Schedule and Location

Welcome to the Sarasota Writers Group Blog. Meetings are held the first and third Wednesday of the month at the Nokomis Fire Station, located just a few blocks south of Albee Road (where Matthews-Currie Ford is located) at Pavonia Road. We are on the west, or bay side, of U.S. 41, by the Fire Station's flashing yellow caution traffic light. If you are coming from the south on US 41, we are just north of Dona Bay. Turn on Pavonia and pull to the far end, or west side, of the firehall. Please do not block the fire doors! We meet in the training room on the far side of the complex. Gathering time: 6:00 pm Meeting called to order: 6:30 pm Ten minute break: 8:00 pm Meeting Finishes at 9:00 pm

Saturday, March 23, 2013

Wednesday, March 20th, 2013: Attack of the Colons!

A very special night for us as regular member Irv Newman and his lovely wife, Beatrice, stopped by with their son, Len, and his lovely wife Marie. The unsinkable Irv and his marvelous family were special guests of the evening, we hope to see them more often.

New FWA member Meredith Rutter joined us for the first time as well as guests Judy Rousseau and Nancy Cannell. We welcomed back Nancy Lucas and Becky Freed, along with several regular members who have been traveling around the world, from middle Europe to Mexico, for a turnout of 28 attendees. Once again our hosts, the Nokomis Volunteer Fire Department came through and found extra needed chairs. It was a busy night as almost everyone had something to read! Under the gavel of maestro Rod DiGruttolo, everyone got to read and we even finished with time to spare.

George Mindling opened the meeting by asking about interest in presentations on self publishing and collecting state sales tax on book sales. He will develop a presentation for the first Wednesday meeting on May 1st .
Irv's son, Len, then read his dad's piece about devotion to classmates and friendship from high-school days in New Jersey. Irv then briefly spoke to the group. His book, “Living on House Money,” is in its third printing. Even though he's sold quite a few books, he claims he has donated more to doctors and nurses!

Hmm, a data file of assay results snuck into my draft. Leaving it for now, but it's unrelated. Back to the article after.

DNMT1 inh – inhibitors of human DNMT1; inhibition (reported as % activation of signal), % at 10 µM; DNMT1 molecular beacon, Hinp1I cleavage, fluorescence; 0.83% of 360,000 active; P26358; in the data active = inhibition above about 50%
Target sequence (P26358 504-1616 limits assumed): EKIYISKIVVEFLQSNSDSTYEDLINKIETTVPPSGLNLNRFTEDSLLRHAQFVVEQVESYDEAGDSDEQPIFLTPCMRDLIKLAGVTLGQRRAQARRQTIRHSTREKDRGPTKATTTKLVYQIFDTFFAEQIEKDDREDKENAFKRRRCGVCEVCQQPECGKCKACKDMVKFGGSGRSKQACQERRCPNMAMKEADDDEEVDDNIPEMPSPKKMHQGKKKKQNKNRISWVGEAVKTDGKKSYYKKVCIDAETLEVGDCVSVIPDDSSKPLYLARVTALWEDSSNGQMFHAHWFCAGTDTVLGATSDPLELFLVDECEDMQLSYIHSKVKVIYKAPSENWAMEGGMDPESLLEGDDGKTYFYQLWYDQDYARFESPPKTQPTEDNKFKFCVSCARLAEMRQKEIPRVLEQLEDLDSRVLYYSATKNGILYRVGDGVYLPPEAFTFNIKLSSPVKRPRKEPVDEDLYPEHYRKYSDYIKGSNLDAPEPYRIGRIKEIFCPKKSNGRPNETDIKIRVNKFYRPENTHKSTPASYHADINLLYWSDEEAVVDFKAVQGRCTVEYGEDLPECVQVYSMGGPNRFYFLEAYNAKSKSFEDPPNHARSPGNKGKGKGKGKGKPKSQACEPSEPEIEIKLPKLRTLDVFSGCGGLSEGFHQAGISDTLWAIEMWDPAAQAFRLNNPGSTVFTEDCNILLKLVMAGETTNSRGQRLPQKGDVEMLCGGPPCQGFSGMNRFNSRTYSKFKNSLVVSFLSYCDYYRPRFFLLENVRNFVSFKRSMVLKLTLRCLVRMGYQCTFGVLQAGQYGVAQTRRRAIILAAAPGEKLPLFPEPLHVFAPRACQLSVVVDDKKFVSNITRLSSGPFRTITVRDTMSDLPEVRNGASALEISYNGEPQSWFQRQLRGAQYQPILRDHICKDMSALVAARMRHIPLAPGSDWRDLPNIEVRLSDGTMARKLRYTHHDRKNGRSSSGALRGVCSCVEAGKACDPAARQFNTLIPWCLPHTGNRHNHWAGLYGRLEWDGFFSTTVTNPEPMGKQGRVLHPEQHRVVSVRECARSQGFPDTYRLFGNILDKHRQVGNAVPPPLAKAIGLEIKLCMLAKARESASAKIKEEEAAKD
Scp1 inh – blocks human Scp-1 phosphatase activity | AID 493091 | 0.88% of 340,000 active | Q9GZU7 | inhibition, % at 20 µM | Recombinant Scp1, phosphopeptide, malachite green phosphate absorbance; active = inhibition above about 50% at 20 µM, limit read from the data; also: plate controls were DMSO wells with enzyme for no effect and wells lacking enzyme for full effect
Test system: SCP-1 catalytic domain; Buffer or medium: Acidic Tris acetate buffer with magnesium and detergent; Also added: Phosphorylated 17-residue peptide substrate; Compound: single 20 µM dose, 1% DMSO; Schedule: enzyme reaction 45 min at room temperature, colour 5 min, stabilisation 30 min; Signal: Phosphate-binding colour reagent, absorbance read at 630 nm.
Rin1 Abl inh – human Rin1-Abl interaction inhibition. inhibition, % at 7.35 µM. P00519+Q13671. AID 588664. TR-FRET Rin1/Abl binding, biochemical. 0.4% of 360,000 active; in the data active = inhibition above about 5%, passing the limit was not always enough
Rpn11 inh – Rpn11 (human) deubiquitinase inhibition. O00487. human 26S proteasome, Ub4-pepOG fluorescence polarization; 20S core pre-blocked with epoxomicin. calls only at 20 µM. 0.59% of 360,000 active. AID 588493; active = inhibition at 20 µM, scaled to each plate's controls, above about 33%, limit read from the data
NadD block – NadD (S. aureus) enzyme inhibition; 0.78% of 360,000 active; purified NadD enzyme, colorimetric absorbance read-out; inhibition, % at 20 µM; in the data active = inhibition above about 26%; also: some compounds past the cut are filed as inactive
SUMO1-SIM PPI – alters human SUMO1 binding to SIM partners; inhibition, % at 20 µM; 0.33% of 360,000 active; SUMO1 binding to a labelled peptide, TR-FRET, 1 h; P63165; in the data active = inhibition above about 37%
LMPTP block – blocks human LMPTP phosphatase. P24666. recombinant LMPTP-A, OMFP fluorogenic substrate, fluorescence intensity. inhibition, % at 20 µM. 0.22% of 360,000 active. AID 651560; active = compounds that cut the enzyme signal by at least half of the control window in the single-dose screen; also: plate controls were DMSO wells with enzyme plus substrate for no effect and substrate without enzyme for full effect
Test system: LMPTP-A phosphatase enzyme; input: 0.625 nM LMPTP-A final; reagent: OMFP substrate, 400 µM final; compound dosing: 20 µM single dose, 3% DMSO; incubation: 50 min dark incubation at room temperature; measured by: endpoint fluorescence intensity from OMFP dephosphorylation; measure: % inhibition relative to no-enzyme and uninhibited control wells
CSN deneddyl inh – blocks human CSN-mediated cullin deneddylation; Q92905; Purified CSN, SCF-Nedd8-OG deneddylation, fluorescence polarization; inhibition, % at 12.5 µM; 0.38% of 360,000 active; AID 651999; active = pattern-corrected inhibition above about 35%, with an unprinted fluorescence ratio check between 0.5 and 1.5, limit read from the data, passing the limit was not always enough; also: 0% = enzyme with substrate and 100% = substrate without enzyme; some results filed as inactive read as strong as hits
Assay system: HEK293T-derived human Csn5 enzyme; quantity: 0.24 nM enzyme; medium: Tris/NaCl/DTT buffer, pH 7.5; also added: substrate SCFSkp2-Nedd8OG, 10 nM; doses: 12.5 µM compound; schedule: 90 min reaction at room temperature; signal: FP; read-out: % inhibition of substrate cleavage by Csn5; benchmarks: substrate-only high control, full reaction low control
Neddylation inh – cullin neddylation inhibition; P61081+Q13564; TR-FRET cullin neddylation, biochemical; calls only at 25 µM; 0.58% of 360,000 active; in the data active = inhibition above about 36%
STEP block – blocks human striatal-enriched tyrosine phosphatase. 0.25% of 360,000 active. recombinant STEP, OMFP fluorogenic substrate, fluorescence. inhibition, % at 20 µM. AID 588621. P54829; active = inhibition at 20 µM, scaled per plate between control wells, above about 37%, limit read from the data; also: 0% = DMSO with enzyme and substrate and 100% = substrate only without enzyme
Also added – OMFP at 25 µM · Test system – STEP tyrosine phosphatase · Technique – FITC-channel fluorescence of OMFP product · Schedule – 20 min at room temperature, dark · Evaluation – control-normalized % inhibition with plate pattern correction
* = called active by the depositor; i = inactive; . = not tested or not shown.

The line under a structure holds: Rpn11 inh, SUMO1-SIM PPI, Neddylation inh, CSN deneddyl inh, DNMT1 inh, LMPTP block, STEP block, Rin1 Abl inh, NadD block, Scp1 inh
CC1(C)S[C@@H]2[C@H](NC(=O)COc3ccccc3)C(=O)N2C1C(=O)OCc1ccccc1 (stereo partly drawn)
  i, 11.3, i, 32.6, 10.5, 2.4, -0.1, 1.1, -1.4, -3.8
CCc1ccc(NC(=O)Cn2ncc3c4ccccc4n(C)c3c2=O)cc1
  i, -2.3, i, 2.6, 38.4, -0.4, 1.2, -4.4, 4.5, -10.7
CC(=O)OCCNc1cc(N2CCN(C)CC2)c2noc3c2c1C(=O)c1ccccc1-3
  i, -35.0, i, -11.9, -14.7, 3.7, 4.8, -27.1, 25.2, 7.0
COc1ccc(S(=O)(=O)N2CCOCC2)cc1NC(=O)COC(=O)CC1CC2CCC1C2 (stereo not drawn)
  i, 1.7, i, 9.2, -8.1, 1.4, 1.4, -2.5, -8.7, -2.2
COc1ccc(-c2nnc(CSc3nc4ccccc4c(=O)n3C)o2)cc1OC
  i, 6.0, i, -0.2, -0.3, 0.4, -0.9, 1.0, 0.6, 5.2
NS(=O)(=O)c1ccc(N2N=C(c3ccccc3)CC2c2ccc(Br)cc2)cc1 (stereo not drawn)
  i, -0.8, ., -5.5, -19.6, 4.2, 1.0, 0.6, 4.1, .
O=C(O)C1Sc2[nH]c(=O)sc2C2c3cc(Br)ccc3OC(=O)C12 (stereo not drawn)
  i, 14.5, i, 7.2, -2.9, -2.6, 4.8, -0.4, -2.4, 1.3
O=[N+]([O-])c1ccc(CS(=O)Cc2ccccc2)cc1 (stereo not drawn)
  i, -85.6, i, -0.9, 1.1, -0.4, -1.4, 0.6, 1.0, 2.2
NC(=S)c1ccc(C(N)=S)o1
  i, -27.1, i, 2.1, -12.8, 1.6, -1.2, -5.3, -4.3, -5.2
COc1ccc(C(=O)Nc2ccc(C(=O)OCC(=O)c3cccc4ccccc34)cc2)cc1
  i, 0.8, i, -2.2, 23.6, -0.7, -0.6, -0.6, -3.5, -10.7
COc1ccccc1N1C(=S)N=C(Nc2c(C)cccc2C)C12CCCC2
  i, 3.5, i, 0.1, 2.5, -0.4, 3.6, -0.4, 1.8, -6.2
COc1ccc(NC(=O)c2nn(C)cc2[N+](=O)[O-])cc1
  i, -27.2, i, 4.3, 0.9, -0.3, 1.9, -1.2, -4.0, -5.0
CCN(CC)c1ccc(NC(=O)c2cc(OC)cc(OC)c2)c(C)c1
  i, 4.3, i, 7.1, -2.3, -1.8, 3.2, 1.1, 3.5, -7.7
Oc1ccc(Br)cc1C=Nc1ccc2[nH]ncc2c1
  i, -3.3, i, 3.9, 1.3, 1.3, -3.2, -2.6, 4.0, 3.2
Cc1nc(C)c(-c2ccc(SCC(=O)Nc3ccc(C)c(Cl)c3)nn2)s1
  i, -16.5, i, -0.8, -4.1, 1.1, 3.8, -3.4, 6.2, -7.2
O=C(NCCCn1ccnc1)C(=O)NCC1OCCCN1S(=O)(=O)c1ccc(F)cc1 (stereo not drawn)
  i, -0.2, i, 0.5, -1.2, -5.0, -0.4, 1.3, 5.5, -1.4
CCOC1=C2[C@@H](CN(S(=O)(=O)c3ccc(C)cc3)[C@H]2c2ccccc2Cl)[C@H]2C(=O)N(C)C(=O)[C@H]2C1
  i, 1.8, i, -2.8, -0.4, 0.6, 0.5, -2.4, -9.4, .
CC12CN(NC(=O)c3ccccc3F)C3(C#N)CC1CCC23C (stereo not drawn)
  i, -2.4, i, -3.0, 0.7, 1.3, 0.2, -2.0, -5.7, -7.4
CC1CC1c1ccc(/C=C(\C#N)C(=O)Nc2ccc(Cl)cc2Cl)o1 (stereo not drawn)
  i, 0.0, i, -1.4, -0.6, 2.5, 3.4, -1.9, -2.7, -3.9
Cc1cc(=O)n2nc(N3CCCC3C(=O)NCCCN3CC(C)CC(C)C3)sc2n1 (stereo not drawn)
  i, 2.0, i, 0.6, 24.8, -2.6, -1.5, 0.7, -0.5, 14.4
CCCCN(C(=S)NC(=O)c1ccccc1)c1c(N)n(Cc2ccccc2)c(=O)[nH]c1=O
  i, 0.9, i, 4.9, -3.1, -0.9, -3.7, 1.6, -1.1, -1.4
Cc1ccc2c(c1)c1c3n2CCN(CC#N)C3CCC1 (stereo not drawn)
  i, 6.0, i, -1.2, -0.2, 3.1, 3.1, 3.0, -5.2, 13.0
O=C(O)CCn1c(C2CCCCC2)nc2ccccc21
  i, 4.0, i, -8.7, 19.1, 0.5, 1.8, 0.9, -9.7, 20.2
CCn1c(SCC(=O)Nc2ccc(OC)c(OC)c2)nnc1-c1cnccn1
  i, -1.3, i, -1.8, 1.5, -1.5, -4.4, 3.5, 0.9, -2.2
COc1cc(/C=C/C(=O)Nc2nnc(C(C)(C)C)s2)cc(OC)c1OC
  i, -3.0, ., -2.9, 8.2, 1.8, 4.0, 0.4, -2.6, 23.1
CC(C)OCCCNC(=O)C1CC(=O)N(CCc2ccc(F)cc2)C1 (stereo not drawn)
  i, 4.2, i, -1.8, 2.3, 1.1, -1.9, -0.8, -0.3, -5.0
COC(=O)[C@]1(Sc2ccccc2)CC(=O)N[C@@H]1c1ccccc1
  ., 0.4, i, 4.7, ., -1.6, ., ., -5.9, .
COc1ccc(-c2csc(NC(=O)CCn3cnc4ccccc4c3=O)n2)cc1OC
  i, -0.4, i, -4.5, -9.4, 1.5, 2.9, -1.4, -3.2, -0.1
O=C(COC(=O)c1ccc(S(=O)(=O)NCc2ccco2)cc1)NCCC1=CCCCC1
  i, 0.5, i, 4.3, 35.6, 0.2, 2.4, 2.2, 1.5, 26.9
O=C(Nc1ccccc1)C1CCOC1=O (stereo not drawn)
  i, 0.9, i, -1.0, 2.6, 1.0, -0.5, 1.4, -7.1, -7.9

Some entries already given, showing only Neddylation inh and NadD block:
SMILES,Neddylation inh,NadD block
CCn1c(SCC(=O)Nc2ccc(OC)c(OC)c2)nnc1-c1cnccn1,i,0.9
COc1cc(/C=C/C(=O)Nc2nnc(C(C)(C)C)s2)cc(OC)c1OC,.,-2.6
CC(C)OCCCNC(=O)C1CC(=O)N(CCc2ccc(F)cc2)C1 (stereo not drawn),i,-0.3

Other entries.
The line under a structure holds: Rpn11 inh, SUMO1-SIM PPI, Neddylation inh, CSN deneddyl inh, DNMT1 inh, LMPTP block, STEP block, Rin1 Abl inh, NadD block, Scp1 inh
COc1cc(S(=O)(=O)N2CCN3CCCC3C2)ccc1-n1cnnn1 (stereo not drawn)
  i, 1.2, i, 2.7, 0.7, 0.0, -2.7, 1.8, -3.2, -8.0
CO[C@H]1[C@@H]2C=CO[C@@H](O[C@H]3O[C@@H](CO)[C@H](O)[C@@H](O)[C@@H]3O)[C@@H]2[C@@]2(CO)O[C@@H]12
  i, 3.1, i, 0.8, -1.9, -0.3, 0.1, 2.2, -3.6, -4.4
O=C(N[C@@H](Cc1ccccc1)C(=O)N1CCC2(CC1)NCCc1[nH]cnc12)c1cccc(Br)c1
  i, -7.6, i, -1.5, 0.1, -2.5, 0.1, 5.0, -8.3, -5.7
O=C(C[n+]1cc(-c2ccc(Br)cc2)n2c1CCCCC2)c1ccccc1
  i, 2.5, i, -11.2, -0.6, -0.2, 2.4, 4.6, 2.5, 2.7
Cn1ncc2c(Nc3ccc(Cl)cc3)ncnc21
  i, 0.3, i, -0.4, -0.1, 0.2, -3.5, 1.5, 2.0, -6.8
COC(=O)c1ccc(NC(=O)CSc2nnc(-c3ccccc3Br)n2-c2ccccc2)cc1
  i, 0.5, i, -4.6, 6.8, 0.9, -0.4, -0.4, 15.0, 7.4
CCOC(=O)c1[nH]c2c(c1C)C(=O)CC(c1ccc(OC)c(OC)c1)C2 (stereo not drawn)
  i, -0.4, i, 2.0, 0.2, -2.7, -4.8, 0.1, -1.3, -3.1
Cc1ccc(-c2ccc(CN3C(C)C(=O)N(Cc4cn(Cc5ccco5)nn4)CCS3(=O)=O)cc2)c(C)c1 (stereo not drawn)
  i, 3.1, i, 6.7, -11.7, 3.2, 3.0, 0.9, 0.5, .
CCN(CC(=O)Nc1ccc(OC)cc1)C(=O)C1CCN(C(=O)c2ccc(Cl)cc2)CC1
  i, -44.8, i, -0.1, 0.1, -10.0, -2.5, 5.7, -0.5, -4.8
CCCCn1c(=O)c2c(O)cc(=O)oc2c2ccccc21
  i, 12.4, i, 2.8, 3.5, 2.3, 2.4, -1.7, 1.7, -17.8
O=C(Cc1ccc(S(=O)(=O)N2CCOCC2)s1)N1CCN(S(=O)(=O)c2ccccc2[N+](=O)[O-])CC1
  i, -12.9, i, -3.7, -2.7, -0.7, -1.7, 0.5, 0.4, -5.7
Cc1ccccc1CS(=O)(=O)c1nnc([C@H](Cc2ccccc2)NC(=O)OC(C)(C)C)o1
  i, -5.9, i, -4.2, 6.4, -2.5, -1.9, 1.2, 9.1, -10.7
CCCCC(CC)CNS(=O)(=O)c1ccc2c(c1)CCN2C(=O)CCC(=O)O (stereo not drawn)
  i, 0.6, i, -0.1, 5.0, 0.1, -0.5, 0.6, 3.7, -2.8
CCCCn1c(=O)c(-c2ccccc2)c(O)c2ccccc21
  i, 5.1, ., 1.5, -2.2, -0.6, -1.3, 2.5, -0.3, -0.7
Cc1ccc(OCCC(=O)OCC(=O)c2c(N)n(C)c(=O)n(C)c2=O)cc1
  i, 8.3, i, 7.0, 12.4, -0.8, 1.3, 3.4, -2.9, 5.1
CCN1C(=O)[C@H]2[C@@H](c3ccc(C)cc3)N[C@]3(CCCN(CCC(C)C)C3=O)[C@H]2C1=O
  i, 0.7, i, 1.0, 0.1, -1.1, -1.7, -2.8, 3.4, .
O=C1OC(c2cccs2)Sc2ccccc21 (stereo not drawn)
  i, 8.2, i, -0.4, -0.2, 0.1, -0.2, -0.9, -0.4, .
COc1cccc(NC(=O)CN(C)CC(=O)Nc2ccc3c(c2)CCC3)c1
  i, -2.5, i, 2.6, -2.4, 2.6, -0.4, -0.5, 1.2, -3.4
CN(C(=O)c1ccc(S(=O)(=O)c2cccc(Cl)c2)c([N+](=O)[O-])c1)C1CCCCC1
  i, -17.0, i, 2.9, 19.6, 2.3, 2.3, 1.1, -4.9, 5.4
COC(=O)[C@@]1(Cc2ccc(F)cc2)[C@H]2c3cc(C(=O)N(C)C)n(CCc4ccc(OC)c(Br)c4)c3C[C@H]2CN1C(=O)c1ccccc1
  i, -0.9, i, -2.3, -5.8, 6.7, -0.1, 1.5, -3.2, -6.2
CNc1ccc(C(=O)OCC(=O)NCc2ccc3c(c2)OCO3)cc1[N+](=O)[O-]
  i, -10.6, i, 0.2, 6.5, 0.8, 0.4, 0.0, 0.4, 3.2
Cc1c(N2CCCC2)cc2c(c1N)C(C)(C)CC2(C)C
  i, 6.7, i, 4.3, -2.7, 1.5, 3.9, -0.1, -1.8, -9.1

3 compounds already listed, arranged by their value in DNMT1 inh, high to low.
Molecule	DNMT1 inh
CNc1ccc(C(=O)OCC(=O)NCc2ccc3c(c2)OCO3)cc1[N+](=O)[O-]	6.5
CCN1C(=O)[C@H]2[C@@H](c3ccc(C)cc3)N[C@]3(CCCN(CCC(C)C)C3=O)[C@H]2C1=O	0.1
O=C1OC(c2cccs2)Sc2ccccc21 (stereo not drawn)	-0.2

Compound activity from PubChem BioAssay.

Susan Haley, one of the original founders of our writers group, read her excellent poem “Sleep,” followed by Pat Patterson, who makes the trip all the way from Punta Gorda. Pat read part of chapter one of “The Takers,” his period piece set in Scandinavia at the end of the 10th Century. Bill Elam, who is in the art publishing world, briefly discussed art and literature similarities, then read more from his upcoming work where the protagonist is a subject from one of his pieces or art. His current selection from his “old man anthology” had the phrase “the spirit has no infirmities,” which, of course, has everyone waiting for more.

Kathleen Schwartz read from her “Jazz at at 69,” a stark, almost brutal phase that is a nice expansion of her work. Great writing. Jim Kelly followed with the reading of two more of his outstanding poems, “Diner,” and “Priceless Penny.” If Jim agrees, I'll print “The Diner” in this blog so everyone will know what I mean when I say Jim introduced me to poetry. His economy of words to evoke images is phenomenal. Jim proves prose is literature written to the rules of grammar while poetry is literature written to the rules of rhythm.

Joanne Phillips read again from her now-published “Adventures of a Sea Hag,” which is already in its second printing. Ed Ellis followed with a really nice Thanksgiving poem written for his three grandchildren. Kerri – Wow! Nice twist on “Home Made Rodeos,” the story hooked nicely and everyone was misty eyed at the unexpected twist. 

Chris Burton – Mesmerized the audience, as always, with her spot-on delivery of her crisp, seemingly effortless writing, and Patricia La Barbera read from her published thriller, “The Wolf's Daughter,” the first book in the Tala Chronicles. Susan Davis read the prologue to her new book aimed specifically at Baby Boomers looking for answers, followed by Kat who read from her upcoming book, which we'll be thrilled to announce when it hits the bookstores (or the Internet). George Collias finished the meeting with his perfectly timed humorous “Attack of the Colons: Wild and Dangerous Punctuation Marks!”

Once again the meeting was showcased by the diverse and eclectic talents who make up this marvelous group of talented writers. We'll see everyone at the next meeting, Wednesday, April 3rd!

George Mindling

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